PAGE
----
To what extent the coronavirus pandemic will wreak havoc on the automotive finance sector is a mystery. But what is known is that finance and insurance profits and product sales have been roiled.
J.D. Power data suggests that F&I profits fell in the weeks following shelter-in-place orders aimed at mitigating the spread of COVID-19, particularly in areas hardest hit and with stricter government closures.
Yet in areas with looser restrictions and where dealerships were established early on as essential businesses, F&I sales reached historic highs.
F&I profit per vehicle rose by about 50 percent at Planet Hyundai in Golden, Colo., in April compared with previous months, even as vehicle sales fell off a cliff. But even with a larger sample size in May, profits remained hundreds of dollars above average.
Vehicle sales were down an “apocalyptic” 90 percent for six consecutive weeks, according to General Manager Jamie Payne, though the store was rebounding strongly.
“We were able to unlock our sales doors 10 days ago,” Payne told Automotive News on May 19. “We’re pacing up in sales year over year.”
In the months before COVID-19 closures, Planet Hyundai made about $1,000 in F&I profit per vehicle for new- and used-vehicle sales. The store averaged $1,500 per vehicle in April and $1,450 in May.
“There’s just so much uncertainty in the market right now,” Payne said. “It’s creating this opening where [finance] didn’t really have that angle to play before.”
Some F&I product companies are reporting higher than normal sales during the COIVD-19 crisis.
Elliot Schor, assistant vice president of sales at JM&A Group, said F&I product penetration rose 4.1 percent during the height of COVID-19 closures, though he added dealerships in the Northeast struggled most with F&I product sales. JM&A F&I products are sold at 3,800 dealerships, franchised and independent, across the U.S.
The average F&I profit per vehicle retailed is $1,350 for JM&A’s dealership clients. From March 11 to May 27, that climbed to $1,406 per vehicle.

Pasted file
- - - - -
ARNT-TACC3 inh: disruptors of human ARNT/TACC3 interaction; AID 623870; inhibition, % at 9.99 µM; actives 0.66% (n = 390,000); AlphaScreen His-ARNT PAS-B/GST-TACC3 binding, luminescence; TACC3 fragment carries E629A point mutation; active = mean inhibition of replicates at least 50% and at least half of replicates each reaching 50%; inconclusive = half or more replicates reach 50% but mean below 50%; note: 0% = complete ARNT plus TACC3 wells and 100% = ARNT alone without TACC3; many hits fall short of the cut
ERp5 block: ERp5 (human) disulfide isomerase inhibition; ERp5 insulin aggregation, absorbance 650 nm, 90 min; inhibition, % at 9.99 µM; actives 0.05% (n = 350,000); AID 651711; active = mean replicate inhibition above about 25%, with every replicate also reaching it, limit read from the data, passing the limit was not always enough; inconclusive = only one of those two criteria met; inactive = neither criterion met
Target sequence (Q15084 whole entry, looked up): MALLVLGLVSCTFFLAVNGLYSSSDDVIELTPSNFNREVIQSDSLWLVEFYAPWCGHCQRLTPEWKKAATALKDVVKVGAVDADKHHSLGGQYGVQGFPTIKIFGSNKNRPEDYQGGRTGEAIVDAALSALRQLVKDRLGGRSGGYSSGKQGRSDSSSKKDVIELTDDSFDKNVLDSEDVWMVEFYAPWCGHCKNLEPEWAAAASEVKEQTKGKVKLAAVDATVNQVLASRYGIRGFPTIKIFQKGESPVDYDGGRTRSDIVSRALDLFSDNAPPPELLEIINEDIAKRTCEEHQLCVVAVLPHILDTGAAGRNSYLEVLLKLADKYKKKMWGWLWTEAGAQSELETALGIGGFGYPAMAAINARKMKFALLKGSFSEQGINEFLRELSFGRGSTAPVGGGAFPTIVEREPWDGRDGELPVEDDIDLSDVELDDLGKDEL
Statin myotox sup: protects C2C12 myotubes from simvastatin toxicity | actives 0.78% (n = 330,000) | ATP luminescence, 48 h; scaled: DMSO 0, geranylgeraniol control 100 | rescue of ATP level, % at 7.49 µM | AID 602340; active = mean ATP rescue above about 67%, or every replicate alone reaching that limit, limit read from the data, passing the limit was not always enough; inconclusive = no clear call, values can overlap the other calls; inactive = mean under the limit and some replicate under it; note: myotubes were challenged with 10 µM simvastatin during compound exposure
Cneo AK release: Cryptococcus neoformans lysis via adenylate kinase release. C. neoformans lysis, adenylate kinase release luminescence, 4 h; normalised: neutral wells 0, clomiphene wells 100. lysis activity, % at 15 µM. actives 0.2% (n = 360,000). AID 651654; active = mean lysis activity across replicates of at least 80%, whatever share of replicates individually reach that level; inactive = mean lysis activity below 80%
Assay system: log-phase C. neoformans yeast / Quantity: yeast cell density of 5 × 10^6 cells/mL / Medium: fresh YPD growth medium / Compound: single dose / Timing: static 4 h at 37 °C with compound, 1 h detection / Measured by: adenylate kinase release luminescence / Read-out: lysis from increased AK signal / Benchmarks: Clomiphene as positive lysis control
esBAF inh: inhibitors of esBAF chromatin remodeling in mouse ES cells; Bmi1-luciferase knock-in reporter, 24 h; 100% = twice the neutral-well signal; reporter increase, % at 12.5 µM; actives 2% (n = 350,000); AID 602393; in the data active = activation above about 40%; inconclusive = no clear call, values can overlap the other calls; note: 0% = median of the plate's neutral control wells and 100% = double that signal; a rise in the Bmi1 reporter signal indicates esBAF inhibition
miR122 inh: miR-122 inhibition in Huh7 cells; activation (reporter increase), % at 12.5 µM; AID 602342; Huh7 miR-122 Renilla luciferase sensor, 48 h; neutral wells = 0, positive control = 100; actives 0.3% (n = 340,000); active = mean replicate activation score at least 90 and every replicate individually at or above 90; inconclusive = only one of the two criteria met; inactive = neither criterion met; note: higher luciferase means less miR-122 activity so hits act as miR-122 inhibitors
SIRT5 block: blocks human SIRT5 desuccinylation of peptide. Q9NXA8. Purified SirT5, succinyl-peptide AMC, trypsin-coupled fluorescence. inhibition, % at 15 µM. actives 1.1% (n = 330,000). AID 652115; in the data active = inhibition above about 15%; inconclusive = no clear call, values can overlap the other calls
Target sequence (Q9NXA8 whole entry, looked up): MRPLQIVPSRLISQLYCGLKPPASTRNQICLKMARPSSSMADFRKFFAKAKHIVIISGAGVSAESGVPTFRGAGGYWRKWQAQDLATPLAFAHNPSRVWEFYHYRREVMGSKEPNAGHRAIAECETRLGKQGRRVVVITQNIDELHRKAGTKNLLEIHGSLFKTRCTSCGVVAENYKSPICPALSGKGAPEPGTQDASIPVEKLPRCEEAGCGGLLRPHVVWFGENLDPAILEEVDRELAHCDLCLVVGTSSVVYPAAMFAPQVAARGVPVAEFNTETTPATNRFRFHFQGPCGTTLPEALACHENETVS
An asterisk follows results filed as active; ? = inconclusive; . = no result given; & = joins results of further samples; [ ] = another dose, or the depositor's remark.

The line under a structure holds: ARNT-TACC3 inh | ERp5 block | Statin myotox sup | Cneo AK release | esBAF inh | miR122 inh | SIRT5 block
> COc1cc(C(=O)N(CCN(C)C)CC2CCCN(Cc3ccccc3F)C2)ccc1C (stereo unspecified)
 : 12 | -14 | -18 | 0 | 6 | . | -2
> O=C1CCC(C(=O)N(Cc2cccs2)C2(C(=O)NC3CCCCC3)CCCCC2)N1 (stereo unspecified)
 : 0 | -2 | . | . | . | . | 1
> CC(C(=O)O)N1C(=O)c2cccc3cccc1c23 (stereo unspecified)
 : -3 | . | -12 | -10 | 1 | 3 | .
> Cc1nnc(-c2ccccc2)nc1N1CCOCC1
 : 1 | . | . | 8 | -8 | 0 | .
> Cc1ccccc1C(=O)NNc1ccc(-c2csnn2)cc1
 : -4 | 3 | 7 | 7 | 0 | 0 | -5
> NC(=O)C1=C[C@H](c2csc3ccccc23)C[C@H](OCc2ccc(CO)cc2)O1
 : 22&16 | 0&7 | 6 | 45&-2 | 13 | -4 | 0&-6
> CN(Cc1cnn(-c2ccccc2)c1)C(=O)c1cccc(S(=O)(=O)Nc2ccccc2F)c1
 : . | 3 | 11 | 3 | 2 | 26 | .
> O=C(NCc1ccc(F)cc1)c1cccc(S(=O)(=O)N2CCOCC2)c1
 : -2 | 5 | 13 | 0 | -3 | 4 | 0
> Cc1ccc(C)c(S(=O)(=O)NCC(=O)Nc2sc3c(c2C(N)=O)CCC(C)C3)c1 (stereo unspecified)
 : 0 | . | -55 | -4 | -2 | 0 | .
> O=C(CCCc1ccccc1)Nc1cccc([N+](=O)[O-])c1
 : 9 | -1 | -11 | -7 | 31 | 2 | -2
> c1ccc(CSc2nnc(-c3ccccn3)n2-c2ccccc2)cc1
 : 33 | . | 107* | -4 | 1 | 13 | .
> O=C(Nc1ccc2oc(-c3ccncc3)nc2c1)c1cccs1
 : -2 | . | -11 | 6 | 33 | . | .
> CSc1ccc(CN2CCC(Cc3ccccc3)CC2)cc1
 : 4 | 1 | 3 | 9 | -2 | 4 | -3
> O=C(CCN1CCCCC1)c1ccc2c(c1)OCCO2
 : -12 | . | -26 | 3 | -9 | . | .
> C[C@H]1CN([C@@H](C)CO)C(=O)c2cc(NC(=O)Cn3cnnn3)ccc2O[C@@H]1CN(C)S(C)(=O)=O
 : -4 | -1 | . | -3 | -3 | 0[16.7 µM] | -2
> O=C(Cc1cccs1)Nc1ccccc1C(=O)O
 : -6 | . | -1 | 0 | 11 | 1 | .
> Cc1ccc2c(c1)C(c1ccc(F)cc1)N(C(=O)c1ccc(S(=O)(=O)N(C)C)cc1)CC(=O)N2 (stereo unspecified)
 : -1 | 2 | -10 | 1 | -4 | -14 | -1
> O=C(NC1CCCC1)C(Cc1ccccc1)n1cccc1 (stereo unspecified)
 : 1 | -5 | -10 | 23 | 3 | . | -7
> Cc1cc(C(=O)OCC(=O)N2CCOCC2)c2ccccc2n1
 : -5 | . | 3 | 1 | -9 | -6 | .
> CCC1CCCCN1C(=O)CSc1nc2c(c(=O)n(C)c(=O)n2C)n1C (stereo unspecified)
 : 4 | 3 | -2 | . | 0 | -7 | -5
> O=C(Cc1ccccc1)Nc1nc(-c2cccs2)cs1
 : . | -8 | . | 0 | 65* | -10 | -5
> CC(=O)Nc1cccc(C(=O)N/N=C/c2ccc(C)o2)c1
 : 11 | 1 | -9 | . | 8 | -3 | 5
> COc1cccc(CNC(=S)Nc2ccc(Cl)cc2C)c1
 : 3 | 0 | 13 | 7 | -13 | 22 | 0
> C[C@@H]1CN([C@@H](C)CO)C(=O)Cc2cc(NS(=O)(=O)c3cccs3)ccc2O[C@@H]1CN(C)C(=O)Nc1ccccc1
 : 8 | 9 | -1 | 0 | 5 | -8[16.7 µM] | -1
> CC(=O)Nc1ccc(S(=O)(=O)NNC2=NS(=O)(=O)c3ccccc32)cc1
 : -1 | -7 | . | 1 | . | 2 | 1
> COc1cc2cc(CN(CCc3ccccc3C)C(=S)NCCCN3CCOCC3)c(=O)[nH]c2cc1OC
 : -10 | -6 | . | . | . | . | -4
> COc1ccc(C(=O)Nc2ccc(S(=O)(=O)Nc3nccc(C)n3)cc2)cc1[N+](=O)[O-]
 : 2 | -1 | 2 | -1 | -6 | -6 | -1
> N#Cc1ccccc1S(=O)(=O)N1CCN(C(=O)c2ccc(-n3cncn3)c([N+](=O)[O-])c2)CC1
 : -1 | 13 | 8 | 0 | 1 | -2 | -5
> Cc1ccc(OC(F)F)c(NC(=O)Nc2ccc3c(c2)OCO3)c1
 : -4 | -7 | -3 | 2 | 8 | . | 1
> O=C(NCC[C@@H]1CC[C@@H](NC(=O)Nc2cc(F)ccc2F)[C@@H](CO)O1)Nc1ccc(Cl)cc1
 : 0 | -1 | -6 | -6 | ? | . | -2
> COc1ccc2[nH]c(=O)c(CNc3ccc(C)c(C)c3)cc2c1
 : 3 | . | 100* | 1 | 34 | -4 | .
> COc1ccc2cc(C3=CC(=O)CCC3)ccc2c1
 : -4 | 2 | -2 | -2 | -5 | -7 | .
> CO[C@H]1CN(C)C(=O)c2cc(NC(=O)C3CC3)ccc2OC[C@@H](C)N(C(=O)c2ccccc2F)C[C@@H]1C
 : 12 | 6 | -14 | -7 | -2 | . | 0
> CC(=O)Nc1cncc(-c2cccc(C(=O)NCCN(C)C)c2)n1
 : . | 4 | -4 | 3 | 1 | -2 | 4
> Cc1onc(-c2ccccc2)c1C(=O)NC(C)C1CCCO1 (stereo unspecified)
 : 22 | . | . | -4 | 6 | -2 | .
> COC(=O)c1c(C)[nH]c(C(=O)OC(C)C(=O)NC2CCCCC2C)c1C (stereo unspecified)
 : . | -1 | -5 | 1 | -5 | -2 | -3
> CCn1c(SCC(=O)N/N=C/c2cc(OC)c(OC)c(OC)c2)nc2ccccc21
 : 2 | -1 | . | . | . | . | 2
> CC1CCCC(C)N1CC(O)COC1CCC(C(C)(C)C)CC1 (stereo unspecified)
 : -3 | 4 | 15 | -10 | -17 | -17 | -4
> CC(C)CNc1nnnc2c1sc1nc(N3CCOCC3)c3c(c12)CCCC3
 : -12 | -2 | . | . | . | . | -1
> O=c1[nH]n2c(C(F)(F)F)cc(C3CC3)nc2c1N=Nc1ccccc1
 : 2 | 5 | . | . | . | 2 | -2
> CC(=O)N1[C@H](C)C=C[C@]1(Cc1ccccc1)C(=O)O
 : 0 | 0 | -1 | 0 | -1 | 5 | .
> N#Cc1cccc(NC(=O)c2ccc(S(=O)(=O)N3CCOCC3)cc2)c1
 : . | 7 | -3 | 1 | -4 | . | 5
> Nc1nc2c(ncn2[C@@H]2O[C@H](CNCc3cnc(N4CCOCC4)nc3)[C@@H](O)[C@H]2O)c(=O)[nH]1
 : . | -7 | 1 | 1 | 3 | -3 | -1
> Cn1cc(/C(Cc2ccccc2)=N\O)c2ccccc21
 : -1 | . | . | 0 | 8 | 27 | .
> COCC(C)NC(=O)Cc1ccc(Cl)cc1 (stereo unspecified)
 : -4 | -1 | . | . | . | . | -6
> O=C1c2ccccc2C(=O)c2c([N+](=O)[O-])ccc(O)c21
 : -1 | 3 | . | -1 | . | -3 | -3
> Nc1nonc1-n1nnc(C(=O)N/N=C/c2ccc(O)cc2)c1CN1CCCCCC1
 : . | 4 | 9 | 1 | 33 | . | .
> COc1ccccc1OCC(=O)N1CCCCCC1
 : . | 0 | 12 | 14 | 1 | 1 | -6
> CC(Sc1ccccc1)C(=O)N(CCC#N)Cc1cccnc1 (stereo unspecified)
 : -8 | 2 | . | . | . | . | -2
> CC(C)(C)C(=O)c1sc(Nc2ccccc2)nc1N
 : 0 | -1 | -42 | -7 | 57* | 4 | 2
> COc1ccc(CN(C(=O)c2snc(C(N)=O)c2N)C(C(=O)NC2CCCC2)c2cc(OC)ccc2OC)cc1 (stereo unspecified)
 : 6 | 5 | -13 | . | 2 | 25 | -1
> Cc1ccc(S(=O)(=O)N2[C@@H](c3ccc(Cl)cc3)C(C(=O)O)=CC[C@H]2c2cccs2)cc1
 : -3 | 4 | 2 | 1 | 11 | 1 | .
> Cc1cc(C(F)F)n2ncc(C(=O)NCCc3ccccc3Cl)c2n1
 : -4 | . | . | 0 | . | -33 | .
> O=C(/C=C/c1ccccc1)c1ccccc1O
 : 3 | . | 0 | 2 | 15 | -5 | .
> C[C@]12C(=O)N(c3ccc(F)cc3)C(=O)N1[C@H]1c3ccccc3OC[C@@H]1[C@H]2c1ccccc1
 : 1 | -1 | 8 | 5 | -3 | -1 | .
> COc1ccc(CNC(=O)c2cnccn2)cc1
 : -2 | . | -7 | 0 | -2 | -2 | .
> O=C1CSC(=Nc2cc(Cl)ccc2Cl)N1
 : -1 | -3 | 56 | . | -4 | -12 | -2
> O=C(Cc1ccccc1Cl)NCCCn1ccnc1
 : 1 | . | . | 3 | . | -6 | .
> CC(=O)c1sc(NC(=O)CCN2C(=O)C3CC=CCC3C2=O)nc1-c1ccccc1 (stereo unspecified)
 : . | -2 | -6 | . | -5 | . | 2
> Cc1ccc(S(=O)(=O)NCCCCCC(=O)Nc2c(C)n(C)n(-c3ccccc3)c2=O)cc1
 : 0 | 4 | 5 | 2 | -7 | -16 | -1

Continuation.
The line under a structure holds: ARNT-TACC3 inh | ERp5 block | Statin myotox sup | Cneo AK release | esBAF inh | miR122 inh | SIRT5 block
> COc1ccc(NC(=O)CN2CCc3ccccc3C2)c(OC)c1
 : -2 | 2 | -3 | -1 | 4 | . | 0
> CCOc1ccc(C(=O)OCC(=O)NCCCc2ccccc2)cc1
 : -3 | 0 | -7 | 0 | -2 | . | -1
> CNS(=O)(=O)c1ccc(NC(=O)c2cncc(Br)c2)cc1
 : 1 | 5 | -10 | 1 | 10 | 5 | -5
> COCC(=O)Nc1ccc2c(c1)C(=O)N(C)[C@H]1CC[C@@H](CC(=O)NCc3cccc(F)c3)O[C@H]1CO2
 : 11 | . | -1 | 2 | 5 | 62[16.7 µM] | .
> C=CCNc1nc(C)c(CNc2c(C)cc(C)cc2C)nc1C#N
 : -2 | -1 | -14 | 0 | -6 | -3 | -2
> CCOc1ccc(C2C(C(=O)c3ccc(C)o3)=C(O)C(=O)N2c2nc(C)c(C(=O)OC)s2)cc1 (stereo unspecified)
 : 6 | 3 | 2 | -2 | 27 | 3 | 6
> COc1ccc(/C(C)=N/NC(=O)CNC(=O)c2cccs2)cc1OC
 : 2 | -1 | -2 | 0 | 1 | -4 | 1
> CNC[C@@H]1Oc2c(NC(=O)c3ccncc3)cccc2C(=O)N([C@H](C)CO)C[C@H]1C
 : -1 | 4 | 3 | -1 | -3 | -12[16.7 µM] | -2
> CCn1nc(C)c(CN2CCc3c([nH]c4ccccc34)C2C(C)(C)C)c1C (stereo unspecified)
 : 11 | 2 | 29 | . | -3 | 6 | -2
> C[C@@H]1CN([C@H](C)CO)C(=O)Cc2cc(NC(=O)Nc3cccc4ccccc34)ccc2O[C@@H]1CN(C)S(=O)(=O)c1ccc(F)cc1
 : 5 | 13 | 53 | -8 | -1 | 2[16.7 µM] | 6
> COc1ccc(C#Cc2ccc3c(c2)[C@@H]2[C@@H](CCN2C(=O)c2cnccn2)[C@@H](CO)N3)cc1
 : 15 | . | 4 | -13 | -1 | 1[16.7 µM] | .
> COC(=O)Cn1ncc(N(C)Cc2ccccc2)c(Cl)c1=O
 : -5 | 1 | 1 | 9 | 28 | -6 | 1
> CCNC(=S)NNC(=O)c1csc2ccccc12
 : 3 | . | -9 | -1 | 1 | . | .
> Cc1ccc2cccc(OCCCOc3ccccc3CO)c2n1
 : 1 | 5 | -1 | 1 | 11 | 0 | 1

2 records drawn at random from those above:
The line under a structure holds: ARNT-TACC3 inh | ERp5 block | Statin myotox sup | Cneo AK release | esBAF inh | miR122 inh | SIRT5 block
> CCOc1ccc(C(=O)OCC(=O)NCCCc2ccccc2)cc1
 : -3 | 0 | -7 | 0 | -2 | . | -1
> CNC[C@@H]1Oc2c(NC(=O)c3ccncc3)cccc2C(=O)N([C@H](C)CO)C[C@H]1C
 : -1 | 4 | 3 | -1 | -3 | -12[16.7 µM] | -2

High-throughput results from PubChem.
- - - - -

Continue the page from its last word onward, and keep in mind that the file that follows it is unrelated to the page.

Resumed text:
Schor has a few theories as to why F&I figures climbed during closures. Fewer customers meant that each F&I manager had more time to commit to each sale, so there was less pressure to move on quickly. In conversations with field representatives and dealership clients, Schor heard there was a lot of interest in aftermarket products from customers whose manufacturer warranties were coming to an end.
“Customers are buying extended warranties through other channels in greater numbers,” Schor said. “Rather than buy a new car, they’re actually purchasing an extended service contract and keeping that car.”There’s a similar trend of consumers purchasing guaranteed asset protection coverage. With vehicle auctions closing and companies such as Hertz Global Holdings Inc. filing for bankruptcy, consumers are more concerned than ever that their vehicle valuation is sliding, Schor said. When comparing F&I product sales early in 2020 with those in recent weeks, JM&A’s GAP sales rose 17 percent.
Safe-Guard, one of the largest F&I product companies in the U.S., said results over the past several months have varied widely by vehicle brand and the volume of incentives supplied by the automakers.
For one brand, which Safe-Guard wouldn’t identify, there was an increase of bundled or multicoverage product sales compared with individual product sales.
“We believe that this is due to a combination of decreased vehicle sales and an increase in retailer products per deal compensation plans,” a spokeswoman said in an email.
Dealerships that had digital retailing technology that includes the F&I processs in place may have had an edge during stricter shelter-in-place orders. F&I software company Darwin Automotive said there was no noticeable change in F&I profit per vehicle retailed for its clients during shutdowns and that vehicle sales at stores with Darwin software were off just 15 to 20 percent in April, according to CEO Phil Battista.
“Without F&I being front and center as part of the digital retailing process, we are seeing [dealership] customers entering digital retail without F&I are losing money,” Battista said.
Dealerships that established digital retailing processes reported a 58 percent increase in F&I profits on new vehicles sold in April, according to a study last month by the National Automobile Dealers Association and digital retailing provider Roadster.
Justin Gasman, financial services director at McCaddon Cadillac-Buick-GMC in Boulder, Colo., said his F&I sales have been on a roller coaster.
March was “an unprecedented month in terms of the lowest [vehicle] sales I’d ever seen, the highest product penetration and the highest averages,” he said.
In March, Gasman sold service contracts on 81 percent of the 28 vehicles the store sold, averaging more than $3,000 in profit per vehicle. In April, the store sold just 24 cars, and Gasman’s penetration fell to 55 percent. In May, it was down to 32 percent.
“The only thing I’ve consistently done is, I’ve followed my process, done the same thing consistently on every sale,” Gasman said. “We didn’t change anything about our process other than the fact we’re sanitizing everything, wiping things down and wearing masks.”